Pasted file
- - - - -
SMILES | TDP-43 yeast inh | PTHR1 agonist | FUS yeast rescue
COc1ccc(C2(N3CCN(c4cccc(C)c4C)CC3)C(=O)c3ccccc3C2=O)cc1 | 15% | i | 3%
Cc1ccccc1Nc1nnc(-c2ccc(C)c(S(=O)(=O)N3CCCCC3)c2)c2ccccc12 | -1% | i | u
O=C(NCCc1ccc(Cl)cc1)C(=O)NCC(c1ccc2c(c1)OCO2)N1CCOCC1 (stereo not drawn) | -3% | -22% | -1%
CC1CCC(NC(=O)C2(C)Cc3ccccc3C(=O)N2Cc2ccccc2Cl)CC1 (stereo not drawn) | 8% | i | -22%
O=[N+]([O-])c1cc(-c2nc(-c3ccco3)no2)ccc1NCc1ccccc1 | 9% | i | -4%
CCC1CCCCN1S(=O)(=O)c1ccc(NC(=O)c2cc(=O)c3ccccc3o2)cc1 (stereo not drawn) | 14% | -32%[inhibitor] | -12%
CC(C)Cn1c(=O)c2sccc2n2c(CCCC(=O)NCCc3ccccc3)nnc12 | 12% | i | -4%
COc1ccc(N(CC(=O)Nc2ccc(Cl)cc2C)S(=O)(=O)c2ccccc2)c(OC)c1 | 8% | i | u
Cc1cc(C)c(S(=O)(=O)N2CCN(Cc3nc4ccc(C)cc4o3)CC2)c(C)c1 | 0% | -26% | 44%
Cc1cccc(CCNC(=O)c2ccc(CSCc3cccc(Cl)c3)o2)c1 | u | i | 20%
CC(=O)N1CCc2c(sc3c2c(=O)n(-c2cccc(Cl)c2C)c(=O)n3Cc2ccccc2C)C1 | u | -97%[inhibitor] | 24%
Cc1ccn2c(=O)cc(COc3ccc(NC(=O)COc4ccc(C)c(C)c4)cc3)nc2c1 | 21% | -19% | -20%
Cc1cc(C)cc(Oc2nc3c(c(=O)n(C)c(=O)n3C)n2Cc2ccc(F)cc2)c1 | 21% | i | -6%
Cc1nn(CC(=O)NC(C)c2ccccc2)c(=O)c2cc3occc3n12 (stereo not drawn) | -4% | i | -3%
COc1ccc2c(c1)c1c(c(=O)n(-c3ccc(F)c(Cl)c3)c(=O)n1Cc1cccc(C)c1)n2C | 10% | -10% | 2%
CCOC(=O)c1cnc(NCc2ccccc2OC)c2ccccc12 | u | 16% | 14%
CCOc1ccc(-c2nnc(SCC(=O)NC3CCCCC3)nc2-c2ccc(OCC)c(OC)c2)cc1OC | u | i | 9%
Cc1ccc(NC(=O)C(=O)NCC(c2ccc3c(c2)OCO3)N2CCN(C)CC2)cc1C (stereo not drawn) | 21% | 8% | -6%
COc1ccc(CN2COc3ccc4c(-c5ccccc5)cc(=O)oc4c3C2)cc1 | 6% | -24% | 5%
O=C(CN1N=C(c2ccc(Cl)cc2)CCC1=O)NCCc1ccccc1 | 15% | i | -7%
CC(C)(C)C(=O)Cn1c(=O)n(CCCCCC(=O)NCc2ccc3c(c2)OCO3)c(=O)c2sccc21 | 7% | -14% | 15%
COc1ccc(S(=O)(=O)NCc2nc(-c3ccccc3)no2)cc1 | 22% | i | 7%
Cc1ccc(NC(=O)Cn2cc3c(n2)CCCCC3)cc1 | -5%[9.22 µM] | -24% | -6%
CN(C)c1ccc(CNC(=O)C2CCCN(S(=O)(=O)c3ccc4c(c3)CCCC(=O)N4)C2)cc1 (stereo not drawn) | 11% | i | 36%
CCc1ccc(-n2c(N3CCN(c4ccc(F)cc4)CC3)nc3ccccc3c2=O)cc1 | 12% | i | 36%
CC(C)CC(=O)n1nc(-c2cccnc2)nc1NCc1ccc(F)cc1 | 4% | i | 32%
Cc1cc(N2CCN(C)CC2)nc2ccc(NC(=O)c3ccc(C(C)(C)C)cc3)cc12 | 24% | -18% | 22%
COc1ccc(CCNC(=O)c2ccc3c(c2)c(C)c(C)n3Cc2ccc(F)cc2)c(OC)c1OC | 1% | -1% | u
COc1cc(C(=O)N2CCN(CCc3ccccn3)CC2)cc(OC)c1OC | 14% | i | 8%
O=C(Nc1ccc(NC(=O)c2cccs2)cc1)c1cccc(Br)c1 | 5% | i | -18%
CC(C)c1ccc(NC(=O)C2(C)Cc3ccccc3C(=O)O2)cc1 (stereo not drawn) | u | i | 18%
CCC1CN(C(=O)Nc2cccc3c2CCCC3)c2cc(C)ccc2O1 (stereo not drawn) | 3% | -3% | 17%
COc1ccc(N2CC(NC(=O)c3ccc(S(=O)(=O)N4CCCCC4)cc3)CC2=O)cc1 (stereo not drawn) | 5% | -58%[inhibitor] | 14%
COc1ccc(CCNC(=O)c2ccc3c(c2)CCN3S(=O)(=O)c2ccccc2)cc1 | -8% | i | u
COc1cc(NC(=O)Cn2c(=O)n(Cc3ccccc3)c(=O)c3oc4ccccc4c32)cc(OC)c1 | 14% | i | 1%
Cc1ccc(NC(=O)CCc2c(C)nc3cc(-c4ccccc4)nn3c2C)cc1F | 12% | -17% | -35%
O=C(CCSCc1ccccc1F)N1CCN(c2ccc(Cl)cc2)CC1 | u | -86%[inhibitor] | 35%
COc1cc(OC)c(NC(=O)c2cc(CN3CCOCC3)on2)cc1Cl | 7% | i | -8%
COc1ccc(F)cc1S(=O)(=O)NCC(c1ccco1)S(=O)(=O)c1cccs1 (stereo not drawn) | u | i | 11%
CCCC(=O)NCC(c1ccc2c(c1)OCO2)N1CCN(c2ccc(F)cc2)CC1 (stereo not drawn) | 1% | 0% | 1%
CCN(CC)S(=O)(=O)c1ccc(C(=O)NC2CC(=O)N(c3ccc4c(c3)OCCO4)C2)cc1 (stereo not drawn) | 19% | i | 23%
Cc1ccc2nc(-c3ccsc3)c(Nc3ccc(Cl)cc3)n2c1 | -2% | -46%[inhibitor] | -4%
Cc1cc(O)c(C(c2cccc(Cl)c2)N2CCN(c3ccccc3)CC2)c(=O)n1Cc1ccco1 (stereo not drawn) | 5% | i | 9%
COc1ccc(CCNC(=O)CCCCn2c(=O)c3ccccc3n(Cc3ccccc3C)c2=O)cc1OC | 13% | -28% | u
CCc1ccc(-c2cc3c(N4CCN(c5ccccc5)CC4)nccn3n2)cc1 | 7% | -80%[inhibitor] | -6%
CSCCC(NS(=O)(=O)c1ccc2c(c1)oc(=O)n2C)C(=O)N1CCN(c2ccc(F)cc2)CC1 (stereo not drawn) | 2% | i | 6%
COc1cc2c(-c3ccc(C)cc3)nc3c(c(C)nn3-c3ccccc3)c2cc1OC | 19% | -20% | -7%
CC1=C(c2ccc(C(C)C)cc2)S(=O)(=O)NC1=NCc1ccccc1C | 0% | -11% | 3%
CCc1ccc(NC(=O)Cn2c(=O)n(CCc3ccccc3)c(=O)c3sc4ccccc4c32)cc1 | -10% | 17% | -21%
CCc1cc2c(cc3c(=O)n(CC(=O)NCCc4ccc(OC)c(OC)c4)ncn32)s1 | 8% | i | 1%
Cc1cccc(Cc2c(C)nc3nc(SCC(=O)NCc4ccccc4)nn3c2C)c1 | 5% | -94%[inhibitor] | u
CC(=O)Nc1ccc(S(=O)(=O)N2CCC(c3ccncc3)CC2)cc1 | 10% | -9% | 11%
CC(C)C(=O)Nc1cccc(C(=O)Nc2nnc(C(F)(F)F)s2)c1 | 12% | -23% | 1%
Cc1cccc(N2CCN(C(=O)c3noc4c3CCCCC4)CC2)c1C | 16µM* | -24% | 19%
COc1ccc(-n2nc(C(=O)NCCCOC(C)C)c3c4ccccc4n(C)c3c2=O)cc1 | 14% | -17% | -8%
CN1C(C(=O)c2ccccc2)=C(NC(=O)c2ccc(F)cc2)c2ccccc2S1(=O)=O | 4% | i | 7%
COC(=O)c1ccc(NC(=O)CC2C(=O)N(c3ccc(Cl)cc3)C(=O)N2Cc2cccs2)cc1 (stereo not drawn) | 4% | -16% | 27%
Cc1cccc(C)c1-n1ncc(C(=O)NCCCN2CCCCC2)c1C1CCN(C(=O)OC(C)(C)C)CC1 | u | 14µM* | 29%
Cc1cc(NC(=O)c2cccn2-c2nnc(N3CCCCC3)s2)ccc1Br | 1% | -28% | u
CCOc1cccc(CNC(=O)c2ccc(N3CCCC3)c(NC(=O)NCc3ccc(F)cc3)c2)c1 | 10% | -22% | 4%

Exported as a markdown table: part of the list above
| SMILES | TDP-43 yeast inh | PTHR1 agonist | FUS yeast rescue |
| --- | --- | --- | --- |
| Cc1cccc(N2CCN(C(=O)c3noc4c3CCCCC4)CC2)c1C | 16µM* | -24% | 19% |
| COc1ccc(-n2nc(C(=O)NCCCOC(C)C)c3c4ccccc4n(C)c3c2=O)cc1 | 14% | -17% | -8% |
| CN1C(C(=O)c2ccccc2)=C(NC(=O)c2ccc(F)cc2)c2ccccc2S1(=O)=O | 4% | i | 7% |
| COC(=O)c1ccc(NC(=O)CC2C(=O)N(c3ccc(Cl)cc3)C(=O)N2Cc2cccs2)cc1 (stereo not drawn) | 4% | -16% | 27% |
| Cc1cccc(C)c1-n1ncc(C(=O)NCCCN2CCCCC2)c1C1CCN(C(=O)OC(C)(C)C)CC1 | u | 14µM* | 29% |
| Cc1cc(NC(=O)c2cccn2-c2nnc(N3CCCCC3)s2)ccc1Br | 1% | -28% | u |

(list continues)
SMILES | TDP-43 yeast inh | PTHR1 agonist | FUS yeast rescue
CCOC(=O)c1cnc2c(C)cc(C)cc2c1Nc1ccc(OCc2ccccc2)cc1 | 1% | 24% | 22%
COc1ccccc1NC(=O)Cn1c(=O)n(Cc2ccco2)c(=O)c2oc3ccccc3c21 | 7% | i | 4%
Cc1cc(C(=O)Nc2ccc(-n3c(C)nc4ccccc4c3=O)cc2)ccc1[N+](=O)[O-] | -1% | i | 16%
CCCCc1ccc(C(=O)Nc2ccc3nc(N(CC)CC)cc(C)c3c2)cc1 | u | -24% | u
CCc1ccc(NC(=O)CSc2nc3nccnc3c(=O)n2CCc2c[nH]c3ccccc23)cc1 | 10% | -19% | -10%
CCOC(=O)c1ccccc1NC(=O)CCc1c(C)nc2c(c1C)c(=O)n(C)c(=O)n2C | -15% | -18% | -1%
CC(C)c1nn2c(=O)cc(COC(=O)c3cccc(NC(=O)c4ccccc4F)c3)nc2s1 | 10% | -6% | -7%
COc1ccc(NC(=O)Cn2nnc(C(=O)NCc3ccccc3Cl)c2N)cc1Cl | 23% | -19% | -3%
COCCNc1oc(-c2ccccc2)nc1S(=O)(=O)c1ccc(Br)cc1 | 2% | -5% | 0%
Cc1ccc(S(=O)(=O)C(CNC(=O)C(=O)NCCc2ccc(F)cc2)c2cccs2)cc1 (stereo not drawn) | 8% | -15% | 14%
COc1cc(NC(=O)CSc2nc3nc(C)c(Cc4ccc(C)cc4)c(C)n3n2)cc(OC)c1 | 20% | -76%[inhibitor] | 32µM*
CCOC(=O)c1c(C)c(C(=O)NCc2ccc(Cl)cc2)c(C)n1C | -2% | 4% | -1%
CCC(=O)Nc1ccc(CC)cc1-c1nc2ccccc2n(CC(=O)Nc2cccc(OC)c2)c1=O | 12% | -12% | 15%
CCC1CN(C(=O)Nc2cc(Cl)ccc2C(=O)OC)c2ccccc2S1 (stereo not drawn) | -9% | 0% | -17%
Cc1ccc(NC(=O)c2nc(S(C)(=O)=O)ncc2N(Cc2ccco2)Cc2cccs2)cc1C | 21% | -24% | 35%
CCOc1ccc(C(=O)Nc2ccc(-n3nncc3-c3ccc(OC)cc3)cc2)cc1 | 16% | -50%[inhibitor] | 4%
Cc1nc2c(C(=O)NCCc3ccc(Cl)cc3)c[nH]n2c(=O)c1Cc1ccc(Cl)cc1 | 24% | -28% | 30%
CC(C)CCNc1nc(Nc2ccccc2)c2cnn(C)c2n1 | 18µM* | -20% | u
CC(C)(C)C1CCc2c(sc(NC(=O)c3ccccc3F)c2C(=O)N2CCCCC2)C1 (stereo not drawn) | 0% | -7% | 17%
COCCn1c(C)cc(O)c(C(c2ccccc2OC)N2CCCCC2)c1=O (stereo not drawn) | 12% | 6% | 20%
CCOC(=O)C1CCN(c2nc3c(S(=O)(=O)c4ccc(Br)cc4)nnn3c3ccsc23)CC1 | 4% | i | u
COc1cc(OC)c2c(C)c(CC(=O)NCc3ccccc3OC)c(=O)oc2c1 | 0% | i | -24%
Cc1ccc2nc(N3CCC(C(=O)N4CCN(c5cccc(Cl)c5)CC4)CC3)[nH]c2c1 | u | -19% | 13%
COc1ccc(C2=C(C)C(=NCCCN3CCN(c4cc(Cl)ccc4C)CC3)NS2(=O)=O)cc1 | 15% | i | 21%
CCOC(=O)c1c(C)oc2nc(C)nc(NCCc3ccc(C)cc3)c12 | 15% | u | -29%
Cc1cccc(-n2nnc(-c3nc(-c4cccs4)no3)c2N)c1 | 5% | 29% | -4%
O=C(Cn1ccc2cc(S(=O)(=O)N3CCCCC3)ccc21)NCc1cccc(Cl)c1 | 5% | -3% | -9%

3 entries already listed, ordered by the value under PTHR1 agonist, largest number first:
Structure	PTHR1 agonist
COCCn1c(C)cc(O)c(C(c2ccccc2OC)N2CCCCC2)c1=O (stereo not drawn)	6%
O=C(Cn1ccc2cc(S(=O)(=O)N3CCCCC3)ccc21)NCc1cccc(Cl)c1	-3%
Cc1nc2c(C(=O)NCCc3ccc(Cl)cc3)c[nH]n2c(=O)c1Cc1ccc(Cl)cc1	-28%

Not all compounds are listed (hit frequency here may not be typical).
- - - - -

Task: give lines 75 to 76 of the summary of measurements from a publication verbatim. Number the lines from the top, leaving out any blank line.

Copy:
Cc1cc(C(=O)Nc2ccc(-n3c(C)nc4ccccc4c3=O)cc2)ccc1[N+](=O)[O-] | -1% | i | 16%
CCCCc1ccc(C(=O)Nc2ccc3nc(N(CC)CC)cc(C)c3c2)cc1 | u | -24% | u